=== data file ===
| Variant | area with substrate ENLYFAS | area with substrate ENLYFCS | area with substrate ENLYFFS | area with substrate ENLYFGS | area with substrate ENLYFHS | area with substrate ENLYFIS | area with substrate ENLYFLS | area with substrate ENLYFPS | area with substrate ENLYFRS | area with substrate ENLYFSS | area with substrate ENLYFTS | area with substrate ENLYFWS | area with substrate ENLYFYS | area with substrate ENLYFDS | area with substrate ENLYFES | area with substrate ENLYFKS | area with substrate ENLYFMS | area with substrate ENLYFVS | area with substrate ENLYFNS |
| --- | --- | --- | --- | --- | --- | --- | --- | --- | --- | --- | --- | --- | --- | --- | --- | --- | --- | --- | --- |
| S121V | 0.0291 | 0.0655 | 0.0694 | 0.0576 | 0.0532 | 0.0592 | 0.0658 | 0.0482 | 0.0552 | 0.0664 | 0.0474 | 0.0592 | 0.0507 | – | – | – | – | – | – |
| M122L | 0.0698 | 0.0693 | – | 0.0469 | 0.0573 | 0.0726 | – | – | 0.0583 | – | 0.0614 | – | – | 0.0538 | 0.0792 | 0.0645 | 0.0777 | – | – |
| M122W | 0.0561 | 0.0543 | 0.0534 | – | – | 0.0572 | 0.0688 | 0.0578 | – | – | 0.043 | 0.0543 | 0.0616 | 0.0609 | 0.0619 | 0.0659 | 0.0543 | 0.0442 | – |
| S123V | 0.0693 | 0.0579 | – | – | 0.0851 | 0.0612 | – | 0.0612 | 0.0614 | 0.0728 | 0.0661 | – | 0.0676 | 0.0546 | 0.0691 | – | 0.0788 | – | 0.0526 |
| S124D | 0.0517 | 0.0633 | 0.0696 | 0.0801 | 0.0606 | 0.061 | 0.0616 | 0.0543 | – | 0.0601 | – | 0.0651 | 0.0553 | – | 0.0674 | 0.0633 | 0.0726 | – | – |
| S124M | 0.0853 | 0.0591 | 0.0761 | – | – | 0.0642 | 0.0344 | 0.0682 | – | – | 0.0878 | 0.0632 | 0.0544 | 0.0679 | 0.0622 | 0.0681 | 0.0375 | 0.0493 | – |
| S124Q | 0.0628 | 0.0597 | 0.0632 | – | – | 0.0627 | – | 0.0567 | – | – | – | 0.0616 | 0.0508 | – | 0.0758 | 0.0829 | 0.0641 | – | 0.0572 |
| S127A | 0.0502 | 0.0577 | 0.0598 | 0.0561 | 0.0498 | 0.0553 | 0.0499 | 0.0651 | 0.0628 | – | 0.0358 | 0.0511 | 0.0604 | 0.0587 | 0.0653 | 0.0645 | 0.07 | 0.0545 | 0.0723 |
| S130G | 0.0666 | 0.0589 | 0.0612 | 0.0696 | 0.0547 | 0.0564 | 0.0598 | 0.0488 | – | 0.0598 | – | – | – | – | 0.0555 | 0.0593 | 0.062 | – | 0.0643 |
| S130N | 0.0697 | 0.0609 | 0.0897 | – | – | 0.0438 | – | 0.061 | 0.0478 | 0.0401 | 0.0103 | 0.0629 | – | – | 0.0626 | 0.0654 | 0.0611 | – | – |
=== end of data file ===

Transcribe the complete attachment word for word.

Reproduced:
| Variant | area with substrate ENLYFAS | area with substrate ENLYFCS | area with substrate ENLYFFS | area with substrate ENLYFGS | area with substrate ENLYFHS | area with substrate ENLYFIS | area with substrate ENLYFLS | area with substrate ENLYFPS | area with substrate ENLYFRS | area with substrate ENLYFSS | area with substrate ENLYFTS | area with substrate ENLYFWS | area with substrate ENLYFYS | area with substrate ENLYFDS | area with substrate ENLYFES | area with substrate ENLYFKS | area with substrate ENLYFMS | area with substrate ENLYFVS | area with substrate ENLYFNS |
| --- | --- | --- | --- | --- | --- | --- | --- | --- | --- | --- | --- | --- | --- | --- | --- | --- | --- | --- | --- |
| S121V | 0.0291 | 0.0655 | 0.0694 | 0.0576 | 0.0532 | 0.0592 | 0.0658 | 0.0482 | 0.0552 | 0.0664 | 0.0474 | 0.0592 | 0.0507 | – | – | – | – | – | – |
| M122L | 0.0698 | 0.0693 | – | 0.0469 | 0.0573 | 0.0726 | – | – | 0.0583 | – | 0.0614 | – | – | 0.0538 | 0.0792 | 0.0645 | 0.0777 | – | – |
| M122W | 0.0561 | 0.0543 | 0.0534 | – | – | 0.0572 | 0.0688 | 0.0578 | – | – | 0.043 | 0.0543 | 0.0616 | 0.0609 | 0.0619 | 0.0659 | 0.0543 | 0.0442 | – |
| S123V | 0.0693 | 0.0579 | – | – | 0.0851 | 0.0612 | – | 0.0612 | 0.0614 | 0.0728 | 0.0661 | – | 0.0676 | 0.0546 | 0.0691 | – | 0.0788 | – | 0.0526 |
| S124D | 0.0517 | 0.0633 | 0.0696 | 0.0801 | 0.0606 | 0.061 | 0.0616 | 0.0543 | – | 0.0601 | – | 0.0651 | 0.0553 | – | 0.0674 | 0.0633 | 0.0726 | – | – |
| S124M | 0.0853 | 0.0591 | 0.0761 | – | – | 0.0642 | 0.0344 | 0.0682 | – | – | 0.0878 | 0.0632 | 0.0544 | 0.0679 | 0.0622 | 0.0681 | 0.0375 | 0.0493 | – |
| S124Q | 0.0628 | 0.0597 | 0.0632 | – | – | 0.0627 | – | 0.0567 | – | – | – | 0.0616 | 0.0508 | – | 0.0758 | 0.0829 | 0.0641 | – | 0.0572 |
| S127A | 0.0502 | 0.0577 | 0.0598 | 0.0561 | 0.0498 | 0.0553 | 0.0499 | 0.0651 | 0.0628 | – | 0.0358 | 0.0511 | 0.0604 | 0.0587 | 0.0653 | 0.0645 | 0.07 | 0.0545 | 0.0723 |
| S130G | 0.0666 | 0.0589 | 0.0612 | 0.0696 | 0.0547 | 0.0564 | 0.0598 | 0.0488 | – | 0.0598 | – | – | – | – | 0.0555 | 0.0593 | 0.062 | – | 0.0643 |
| S130N | 0.0697 | 0.0609 | 0.0897 | – | – | 0.0438 | – | 0.061 | 0.0478 | 0.0401 | 0.0103 | 0.0629 | – | – | 0.0626 | 0.0654 | 0.0611 | – | – |